Regardless of the way such a case would turn out, the legal process often takes a long time, and as we at the Mackinac Center have learned from experience following the passage of Michigan’s right-to-work law, freedom is not self-executing. Many employers, officials, and those in union leadership will be silent about how employees may exercise their rights. Many in the freedom movement are playing a vital role in informing these employees that they now have a choice.
What the Unions Are Doing Now
The Supreme Court had begun questioning Abood in 2012’s Knox v. Service Employee International Union and that continued in 2014’s Harris v. Quinn and 2016’s Friedrichs v. California Teachers Association. Thus, the unions were aware that agency fees were at risk. So they turned to their legislative allies to make it harder for their current members to get out, to make it harder for third parties to inform workers of their rights, and to give themselves exclusive access to new employees.
In February, Washington enacted a state law that gave the union access to new employees so it could make at least a 30-minute presentation.
Historically, in New York, employees could leave a union and end financial support to it at any time. In April of this year, the state passed legislation that permitted unions to severely limit employees’ time period for leaving. It also gave the union the right to personal information of all new employees and to meet with new employees during work hours.
Freedom is not self-executing. Many employers, officials, and those in union leadership will be silent about how employees may exercise their rights. Many in the freedom movement are playing a vital role in informing these employees that they now have a choice.
In May, New Jersey passed the “Workplace Democracy Enhancement Act.” That law gave the unions a 30- to 120-minute meeting with all new hires. The unions will also receive employees’ home and work emails and home and work phone numbers, which must be updated every four months. Other groups or individuals are banned from receiving any of this information, even through a public records search. New Jersey limited the time that employees could leave the union to 10 days after the employee’s work anniversary date. By making this period employee-specific, the New Jersey Legislature made it harder for third parties to notify employees of their rights in a timely manner since it is difficult to ascertain an individual’s anniversary date and to thereby provide notice when the employee can act.
On the day that Janus was decided, California passed legislation that made employees seeking to stop dues deductions send that request to the union rather than the employer, which is now prohibited from making any type of independent inquiry. Public employers are not allowed to “discourage” employees from joining the union or from signing dues deductions. Unions are given access to new employee orientations, and the location of these orientations are to be secret so as to prevent third parties from interfering with the union’s pitch.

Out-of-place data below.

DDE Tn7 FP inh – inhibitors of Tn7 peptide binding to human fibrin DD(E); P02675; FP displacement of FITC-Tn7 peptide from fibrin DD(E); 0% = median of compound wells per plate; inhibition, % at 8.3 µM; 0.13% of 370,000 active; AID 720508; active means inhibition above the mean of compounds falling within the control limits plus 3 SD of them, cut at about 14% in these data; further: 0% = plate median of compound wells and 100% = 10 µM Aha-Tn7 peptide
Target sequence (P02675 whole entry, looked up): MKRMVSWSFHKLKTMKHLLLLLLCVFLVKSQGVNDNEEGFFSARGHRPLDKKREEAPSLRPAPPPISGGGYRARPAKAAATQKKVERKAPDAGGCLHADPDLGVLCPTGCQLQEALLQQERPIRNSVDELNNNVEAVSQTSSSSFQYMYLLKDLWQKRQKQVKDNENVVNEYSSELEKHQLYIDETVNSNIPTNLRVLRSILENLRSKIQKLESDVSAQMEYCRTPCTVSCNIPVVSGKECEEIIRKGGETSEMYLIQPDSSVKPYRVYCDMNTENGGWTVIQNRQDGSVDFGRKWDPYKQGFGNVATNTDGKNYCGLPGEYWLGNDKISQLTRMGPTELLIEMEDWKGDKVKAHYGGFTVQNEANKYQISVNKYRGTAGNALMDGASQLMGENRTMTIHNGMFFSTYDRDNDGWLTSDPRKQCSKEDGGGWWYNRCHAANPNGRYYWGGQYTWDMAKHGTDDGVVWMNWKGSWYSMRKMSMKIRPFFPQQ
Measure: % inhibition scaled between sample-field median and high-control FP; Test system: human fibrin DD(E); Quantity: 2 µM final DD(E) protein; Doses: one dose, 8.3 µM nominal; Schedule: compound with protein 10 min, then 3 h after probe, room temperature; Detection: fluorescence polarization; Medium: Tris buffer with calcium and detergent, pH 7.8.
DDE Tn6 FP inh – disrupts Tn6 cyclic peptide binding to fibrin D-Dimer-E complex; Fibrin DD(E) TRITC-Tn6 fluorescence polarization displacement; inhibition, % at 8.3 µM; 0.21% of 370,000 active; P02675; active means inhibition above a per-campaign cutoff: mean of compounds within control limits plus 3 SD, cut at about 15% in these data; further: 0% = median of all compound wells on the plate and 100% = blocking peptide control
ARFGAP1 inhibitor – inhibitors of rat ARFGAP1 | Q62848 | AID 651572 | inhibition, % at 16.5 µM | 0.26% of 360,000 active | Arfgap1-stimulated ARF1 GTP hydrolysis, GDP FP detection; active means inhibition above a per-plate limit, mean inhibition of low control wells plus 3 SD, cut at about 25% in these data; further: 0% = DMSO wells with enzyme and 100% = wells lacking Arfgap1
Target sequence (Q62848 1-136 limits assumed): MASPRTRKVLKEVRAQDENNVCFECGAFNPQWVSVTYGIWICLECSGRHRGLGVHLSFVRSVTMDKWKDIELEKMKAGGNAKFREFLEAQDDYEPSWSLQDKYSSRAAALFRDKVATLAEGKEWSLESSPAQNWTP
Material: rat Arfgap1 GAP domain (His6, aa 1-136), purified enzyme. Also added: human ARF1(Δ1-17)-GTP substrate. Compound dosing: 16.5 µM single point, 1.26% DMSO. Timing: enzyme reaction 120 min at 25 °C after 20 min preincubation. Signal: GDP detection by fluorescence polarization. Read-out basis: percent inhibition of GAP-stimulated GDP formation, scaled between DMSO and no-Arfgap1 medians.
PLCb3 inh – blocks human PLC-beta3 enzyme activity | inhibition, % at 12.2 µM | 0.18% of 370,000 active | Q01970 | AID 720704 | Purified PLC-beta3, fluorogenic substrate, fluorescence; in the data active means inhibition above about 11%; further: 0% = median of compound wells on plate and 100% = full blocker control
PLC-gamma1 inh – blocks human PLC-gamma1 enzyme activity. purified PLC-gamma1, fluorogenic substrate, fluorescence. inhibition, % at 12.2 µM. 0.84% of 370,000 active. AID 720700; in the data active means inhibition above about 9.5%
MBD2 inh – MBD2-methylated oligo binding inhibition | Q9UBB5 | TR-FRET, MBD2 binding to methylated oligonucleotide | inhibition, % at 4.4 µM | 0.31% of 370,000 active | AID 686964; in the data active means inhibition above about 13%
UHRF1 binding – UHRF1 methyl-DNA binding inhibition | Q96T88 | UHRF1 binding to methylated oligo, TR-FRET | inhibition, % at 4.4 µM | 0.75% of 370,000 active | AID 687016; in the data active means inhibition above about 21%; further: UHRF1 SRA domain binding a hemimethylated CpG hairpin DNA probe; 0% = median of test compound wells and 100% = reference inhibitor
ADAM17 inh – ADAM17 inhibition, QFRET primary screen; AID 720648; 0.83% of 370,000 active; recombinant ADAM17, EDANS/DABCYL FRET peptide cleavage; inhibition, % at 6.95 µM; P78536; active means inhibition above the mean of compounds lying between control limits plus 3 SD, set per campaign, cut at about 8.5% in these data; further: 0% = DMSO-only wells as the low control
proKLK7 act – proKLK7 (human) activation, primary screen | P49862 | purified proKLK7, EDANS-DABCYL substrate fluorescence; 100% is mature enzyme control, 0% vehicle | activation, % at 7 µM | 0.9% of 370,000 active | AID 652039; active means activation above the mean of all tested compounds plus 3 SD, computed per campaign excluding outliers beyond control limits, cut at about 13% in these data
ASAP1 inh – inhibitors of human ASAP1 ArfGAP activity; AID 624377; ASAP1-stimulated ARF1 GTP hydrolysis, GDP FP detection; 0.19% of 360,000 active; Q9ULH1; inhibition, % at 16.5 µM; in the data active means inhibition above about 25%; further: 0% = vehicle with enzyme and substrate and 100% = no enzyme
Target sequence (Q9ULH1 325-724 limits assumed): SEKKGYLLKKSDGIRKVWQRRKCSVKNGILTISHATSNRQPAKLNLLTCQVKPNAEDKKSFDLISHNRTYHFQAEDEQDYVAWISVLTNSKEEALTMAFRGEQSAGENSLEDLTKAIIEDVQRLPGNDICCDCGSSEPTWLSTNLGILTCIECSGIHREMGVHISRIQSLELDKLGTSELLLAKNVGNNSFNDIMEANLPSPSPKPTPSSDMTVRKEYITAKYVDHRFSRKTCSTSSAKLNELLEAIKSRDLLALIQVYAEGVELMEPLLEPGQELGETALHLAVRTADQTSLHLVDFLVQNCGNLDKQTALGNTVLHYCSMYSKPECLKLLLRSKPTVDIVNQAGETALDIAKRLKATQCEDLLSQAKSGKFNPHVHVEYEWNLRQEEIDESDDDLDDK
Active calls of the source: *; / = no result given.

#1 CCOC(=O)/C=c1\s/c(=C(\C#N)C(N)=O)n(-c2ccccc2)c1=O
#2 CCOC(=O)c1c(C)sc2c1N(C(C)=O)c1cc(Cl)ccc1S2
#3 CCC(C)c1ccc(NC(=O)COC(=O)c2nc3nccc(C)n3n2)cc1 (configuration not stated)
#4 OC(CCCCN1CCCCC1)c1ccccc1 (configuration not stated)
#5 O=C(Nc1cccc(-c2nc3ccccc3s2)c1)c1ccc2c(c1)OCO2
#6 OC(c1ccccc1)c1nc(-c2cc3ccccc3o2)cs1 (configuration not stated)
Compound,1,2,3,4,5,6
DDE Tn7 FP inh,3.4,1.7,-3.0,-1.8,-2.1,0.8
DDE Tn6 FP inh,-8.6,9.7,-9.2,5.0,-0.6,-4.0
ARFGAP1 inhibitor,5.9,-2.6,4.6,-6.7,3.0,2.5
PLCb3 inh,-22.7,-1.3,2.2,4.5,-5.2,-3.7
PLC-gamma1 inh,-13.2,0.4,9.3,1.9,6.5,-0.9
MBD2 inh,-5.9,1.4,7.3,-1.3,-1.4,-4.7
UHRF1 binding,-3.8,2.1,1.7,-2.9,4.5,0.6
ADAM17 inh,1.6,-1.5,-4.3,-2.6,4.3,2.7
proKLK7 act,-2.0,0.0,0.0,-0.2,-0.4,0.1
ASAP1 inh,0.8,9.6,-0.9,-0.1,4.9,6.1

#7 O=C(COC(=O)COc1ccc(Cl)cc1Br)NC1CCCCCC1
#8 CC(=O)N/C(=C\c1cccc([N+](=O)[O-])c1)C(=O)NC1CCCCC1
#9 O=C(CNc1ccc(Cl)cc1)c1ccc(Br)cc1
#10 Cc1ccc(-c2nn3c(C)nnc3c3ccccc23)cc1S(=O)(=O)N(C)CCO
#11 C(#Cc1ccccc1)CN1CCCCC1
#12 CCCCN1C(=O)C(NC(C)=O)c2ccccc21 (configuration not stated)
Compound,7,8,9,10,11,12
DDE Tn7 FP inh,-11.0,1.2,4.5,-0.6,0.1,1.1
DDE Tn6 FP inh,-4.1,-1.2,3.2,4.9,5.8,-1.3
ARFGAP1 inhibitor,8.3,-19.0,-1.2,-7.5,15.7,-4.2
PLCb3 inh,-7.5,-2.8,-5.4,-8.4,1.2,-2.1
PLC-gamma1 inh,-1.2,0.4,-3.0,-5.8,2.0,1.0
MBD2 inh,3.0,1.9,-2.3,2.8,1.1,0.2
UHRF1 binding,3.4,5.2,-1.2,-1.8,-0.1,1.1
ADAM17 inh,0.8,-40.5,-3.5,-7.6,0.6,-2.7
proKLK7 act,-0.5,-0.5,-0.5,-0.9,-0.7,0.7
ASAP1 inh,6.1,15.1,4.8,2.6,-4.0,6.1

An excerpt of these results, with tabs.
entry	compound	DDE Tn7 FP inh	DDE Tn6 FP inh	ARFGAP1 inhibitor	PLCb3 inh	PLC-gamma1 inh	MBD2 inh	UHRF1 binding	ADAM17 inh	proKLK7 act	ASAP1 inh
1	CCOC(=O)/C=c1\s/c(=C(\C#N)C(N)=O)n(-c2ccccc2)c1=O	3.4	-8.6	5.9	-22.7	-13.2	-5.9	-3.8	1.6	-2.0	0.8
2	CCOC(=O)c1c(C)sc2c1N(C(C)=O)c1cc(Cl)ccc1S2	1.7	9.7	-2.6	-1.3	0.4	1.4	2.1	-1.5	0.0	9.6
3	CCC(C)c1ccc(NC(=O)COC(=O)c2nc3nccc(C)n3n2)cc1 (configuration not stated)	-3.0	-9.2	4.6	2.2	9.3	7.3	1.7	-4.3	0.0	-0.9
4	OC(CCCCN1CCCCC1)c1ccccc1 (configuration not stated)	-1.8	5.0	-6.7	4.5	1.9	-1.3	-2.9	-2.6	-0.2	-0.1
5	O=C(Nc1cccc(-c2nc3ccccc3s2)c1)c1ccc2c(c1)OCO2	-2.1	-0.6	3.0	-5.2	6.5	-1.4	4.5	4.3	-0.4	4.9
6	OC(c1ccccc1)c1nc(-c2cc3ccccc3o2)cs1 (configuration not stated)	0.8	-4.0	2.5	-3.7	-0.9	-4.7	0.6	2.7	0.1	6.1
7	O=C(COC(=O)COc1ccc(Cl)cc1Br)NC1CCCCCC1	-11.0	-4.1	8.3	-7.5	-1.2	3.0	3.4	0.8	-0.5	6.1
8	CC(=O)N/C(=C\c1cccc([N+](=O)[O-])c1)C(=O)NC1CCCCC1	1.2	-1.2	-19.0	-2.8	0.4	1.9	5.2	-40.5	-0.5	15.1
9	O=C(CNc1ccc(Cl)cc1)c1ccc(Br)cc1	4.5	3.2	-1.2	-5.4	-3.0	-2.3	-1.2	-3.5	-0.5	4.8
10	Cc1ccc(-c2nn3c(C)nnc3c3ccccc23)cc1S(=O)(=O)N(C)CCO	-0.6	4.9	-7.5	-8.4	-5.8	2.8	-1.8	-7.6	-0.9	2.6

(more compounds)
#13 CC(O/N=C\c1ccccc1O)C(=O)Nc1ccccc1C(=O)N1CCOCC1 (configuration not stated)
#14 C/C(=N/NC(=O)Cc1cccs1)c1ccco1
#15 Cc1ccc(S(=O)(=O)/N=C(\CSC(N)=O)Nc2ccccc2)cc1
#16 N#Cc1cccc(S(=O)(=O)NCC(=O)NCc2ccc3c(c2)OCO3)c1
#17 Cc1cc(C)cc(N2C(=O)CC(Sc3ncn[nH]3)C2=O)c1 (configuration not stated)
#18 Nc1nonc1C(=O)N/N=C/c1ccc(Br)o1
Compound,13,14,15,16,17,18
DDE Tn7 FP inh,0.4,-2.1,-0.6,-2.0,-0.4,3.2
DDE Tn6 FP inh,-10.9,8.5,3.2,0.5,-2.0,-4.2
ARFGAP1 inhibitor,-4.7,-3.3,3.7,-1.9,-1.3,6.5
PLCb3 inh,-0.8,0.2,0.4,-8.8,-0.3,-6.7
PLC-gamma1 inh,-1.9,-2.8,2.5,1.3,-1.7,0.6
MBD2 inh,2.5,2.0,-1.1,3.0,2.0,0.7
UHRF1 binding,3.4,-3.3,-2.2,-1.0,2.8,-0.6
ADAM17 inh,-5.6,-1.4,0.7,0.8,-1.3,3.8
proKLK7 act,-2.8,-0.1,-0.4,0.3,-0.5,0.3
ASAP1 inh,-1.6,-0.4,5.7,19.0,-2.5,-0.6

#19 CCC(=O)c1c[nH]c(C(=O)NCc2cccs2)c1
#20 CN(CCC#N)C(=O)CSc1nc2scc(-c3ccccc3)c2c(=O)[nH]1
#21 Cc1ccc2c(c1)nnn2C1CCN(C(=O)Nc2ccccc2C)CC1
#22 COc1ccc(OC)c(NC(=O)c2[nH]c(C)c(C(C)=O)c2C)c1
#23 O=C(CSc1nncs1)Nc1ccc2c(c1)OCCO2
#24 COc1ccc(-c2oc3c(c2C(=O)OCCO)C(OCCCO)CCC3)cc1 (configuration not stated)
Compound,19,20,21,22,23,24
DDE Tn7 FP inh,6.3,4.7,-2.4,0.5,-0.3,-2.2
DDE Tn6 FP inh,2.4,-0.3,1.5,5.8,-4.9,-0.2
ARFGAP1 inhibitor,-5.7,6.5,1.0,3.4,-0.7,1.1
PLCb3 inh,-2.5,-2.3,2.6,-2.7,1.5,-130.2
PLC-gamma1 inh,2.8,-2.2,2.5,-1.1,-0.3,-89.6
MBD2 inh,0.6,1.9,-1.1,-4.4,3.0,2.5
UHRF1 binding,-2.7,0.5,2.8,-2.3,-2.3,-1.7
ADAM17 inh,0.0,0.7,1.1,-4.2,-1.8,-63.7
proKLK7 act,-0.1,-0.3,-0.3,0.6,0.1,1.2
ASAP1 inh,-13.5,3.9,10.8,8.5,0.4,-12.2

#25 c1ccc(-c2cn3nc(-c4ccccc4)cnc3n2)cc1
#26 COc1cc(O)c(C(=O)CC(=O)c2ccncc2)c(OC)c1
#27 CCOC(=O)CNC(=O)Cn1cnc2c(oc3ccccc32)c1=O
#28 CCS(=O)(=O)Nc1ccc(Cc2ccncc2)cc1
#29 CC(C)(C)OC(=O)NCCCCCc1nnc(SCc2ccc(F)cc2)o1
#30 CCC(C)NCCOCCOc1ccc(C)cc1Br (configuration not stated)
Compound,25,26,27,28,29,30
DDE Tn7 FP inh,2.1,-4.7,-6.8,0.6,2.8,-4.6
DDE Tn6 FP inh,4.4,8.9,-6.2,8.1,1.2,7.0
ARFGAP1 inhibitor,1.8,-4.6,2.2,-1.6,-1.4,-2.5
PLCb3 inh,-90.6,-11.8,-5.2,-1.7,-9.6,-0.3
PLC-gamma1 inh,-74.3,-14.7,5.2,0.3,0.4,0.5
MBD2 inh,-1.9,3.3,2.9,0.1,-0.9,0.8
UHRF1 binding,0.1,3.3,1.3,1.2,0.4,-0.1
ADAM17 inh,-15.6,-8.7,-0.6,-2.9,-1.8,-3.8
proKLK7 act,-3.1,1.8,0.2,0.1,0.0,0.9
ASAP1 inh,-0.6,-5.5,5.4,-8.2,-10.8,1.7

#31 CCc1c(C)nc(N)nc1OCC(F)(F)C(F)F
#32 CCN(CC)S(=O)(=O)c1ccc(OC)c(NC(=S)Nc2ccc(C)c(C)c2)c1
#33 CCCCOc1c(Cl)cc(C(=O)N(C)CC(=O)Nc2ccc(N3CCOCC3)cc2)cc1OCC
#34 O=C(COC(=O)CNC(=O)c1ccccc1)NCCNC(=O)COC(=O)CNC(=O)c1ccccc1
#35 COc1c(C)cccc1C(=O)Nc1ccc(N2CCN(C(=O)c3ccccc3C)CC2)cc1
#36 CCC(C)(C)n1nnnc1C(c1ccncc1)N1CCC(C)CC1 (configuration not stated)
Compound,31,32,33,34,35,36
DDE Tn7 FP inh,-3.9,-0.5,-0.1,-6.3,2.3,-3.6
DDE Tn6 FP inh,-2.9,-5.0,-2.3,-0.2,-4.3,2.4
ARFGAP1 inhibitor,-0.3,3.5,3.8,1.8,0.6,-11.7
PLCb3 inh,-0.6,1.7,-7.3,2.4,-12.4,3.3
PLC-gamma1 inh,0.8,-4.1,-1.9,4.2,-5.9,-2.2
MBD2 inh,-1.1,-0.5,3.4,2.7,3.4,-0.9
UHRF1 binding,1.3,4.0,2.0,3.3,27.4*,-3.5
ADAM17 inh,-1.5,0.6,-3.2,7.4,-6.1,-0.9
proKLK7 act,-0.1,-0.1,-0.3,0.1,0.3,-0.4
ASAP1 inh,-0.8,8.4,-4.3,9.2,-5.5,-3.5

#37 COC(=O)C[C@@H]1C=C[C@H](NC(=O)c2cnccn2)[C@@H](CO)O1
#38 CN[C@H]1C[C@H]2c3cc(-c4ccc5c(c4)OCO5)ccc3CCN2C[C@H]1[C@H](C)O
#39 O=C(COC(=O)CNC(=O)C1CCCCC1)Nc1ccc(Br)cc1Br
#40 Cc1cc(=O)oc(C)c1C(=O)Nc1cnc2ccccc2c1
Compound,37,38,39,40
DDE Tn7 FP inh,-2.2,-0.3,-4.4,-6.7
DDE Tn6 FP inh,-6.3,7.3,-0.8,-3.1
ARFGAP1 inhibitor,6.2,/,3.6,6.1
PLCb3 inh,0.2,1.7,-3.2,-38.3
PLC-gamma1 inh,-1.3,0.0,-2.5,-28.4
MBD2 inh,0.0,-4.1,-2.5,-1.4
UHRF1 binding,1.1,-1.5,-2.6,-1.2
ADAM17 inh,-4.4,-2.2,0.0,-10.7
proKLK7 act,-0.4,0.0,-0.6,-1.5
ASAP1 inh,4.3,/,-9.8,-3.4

The Battles Ahead
A number of lawsuits related to Janus already have been filed. Many seek “claw backs” of agency fee payments on a class-wide basis. Such suits have been filed against the state-level teachers unions in California, New York, Pennsylvania, New Jersey, Maryland, Minnesota, Alaska, and Washington. Similar claims have been filed against the SEIU home-help unions in California and Illinois. Other suits seek to build on Harris v. Quinn and Janus and challenge whether public employees can ever be forced into mandatory unions. Some of these cases include challenges to the pro-union legislation discussed above. It can safely be predicted that more lawsuits will be filed.
Again, the courts are not the only means of enhancing and protecting freedom. Aside from the informational campaigns mentioned earlier, there is also model legislation for governments that seek to implement Janus-protections fully to make certain that no employee—union member or non-union member—can be compelled to provide support to a government union.
A key question in the next couple of years will be: To what extent will unions change their political and spending habits in their quest to retain membership? In 2018, many of the largest national unions helped vulnerable Democratic incumbents in U.S. Senate seats. According to OpenSecrets.org, the top 12 senators receiving money from government unions are all Democrats: Sens. McCaskill (Mo.), Brown (Ohio), Heitkamp (N.D.), Baldwin (Wis.), Nelson (Fla.), Tester (Mont.), Casey (Pa.), Manchin (W.V.), Cardin (Maine), Kaine (Va.), Klobuchar (Minn.) and Stabenow (Mich.). Though most of those senators hail from right-to-work states, national unions raised money elsewhere and redistributed it to them.
But Janus may strike a serious blow to this model. The U.S. Supreme Court’s declaration means all state and local government workers now have a right to choose. Will union members in California, New York, and elsewhere be content to be the piggybank for political fights across the nation? Having a choice in whether to pay money to the union gives workers the option to decline to fund that agenda.
A key recent theme for many groups on the Left is “intersectionality.” The dictionary definition is “the interconnected nature of social categorizations such as race, class, and gender as they apply to a given individual or group, regarded as creating overlapping and interdependent systems of discrimination or disadvantage.” Politically speaking, it’s where a broad variety of groups on the Left gather to further the overall agenda of all. This includes unions, environmental groups, trial attorneys, and more.
The problem? Many individuals belonging to any one of these groups disagree with the agenda of the other groups. When unions can force people to pay, this isn’t a problem. But if they need to convince people that the benefits of union membership are worth the cost, the unions’ priorities might change.
No matter the manner in which the unions react, Janus is a monumental win for freedom. But, to make certain it has the broadest possible impact, public officials and those concerned with good public policy must make certain that steps are taken to properly implement it. These include making sure public employees know their rights and how to defend them, pursuing legal remedies when unions attempt to deny those rights, and alerting voters when lawmakers propose legislation that diminishes those rights. The Janus decision has too much potential for positive change to be left undefended.
Mr. Wright is vice president for legal affairs at the Mackinac Center for Public Policy.